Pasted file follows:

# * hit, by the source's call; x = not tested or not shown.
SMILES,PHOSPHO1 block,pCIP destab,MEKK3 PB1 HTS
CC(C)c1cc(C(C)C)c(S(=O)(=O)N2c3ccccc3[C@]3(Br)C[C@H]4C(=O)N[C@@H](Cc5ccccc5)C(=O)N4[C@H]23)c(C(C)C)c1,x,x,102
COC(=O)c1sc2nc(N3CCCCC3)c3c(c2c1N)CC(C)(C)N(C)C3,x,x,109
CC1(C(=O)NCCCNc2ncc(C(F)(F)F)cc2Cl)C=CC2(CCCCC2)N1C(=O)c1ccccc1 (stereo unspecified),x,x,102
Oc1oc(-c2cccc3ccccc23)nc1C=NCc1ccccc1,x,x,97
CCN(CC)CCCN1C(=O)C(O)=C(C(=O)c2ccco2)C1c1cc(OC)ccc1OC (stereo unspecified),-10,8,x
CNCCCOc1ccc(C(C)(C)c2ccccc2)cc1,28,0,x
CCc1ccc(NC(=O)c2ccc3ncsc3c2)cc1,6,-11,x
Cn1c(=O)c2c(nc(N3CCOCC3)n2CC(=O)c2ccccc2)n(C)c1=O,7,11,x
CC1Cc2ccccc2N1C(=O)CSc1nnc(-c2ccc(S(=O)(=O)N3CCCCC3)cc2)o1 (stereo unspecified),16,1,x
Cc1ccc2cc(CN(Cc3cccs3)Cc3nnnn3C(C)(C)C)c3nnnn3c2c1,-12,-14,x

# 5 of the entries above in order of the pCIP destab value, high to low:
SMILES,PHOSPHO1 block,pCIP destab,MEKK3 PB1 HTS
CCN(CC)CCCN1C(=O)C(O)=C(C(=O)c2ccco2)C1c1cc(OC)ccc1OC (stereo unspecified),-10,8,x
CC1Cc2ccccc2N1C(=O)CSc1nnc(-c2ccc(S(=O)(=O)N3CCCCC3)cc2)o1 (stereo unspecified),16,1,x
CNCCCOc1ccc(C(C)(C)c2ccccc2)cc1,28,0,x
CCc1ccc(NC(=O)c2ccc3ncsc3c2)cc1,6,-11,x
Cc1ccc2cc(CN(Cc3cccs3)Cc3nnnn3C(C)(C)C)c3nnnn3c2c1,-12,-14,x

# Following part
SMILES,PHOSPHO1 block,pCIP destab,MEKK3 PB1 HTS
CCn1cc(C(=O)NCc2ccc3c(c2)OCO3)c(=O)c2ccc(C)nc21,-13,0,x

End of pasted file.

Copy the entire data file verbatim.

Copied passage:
# * hit, by the source's call; x = not tested or not shown.
SMILES,PHOSPHO1 block,pCIP destab,MEKK3 PB1 HTS
CC(C)c1cc(C(C)C)c(S(=O)(=O)N2c3ccccc3[C@]3(Br)C[C@H]4C(=O)N[C@@H](Cc5ccccc5)C(=O)N4[C@H]23)c(C(C)C)c1,x,x,102
COC(=O)c1sc2nc(N3CCCCC3)c3c(c2c1N)CC(C)(C)N(C)C3,x,x,109
CC1(C(=O)NCCCNc2ncc(C(F)(F)F)cc2Cl)C=CC2(CCCCC2)N1C(=O)c1ccccc1 (stereo unspecified),x,x,102
Oc1oc(-c2cccc3ccccc23)nc1C=NCc1ccccc1,x,x,97
CCN(CC)CCCN1C(=O)C(O)=C(C(=O)c2ccco2)C1c1cc(OC)ccc1OC (stereo unspecified),-10,8,x
CNCCCOc1ccc(C(C)(C)c2ccccc2)cc1,28,0,x
CCc1ccc(NC(=O)c2ccc3ncsc3c2)cc1,6,-11,x
Cn1c(=O)c2c(nc(N3CCOCC3)n2CC(=O)c2ccccc2)n(C)c1=O,7,11,x
CC1Cc2ccccc2N1C(=O)CSc1nnc(-c2ccc(S(=O)(=O)N3CCCCC3)cc2)o1 (stereo unspecified),16,1,x
Cc1ccc2cc(CN(Cc3cccs3)Cc3nnnn3C(C)(C)C)c3nnnn3c2c1,-12,-14,x

# 5 of the entries above in order of the pCIP destab value, high to low:
SMILES,PHOSPHO1 block,pCIP destab,MEKK3 PB1 HTS
CCN(CC)CCCN1C(=O)C(O)=C(C(=O)c2ccco2)C1c1cc(OC)ccc1OC (stereo unspecified),-10,8,x
CC1Cc2ccccc2N1C(=O)CSc1nnc(-c2ccc(S(=O)(=O)N3CCCCC3)cc2)o1 (stereo unspecified),16,1,x
CNCCCOc1ccc(C(C)(C)c2ccccc2)cc1,28,0,x
CCc1ccc(NC(=O)c2ccc3ncsc3c2)cc1,6,-11,x
Cc1ccc2cc(CN(Cc3cccs3)Cc3nnnn3C(C)(C)C)c3nnnn3c2c1,-12,-14,x

# Following part
SMILES,PHOSPHO1 block,pCIP destab,MEKK3 PB1 HTS
CCn1cc(C(=O)NCc2ccc3c(c2)OCO3)c(=O)c2ccc(C)nc21,-13,0,x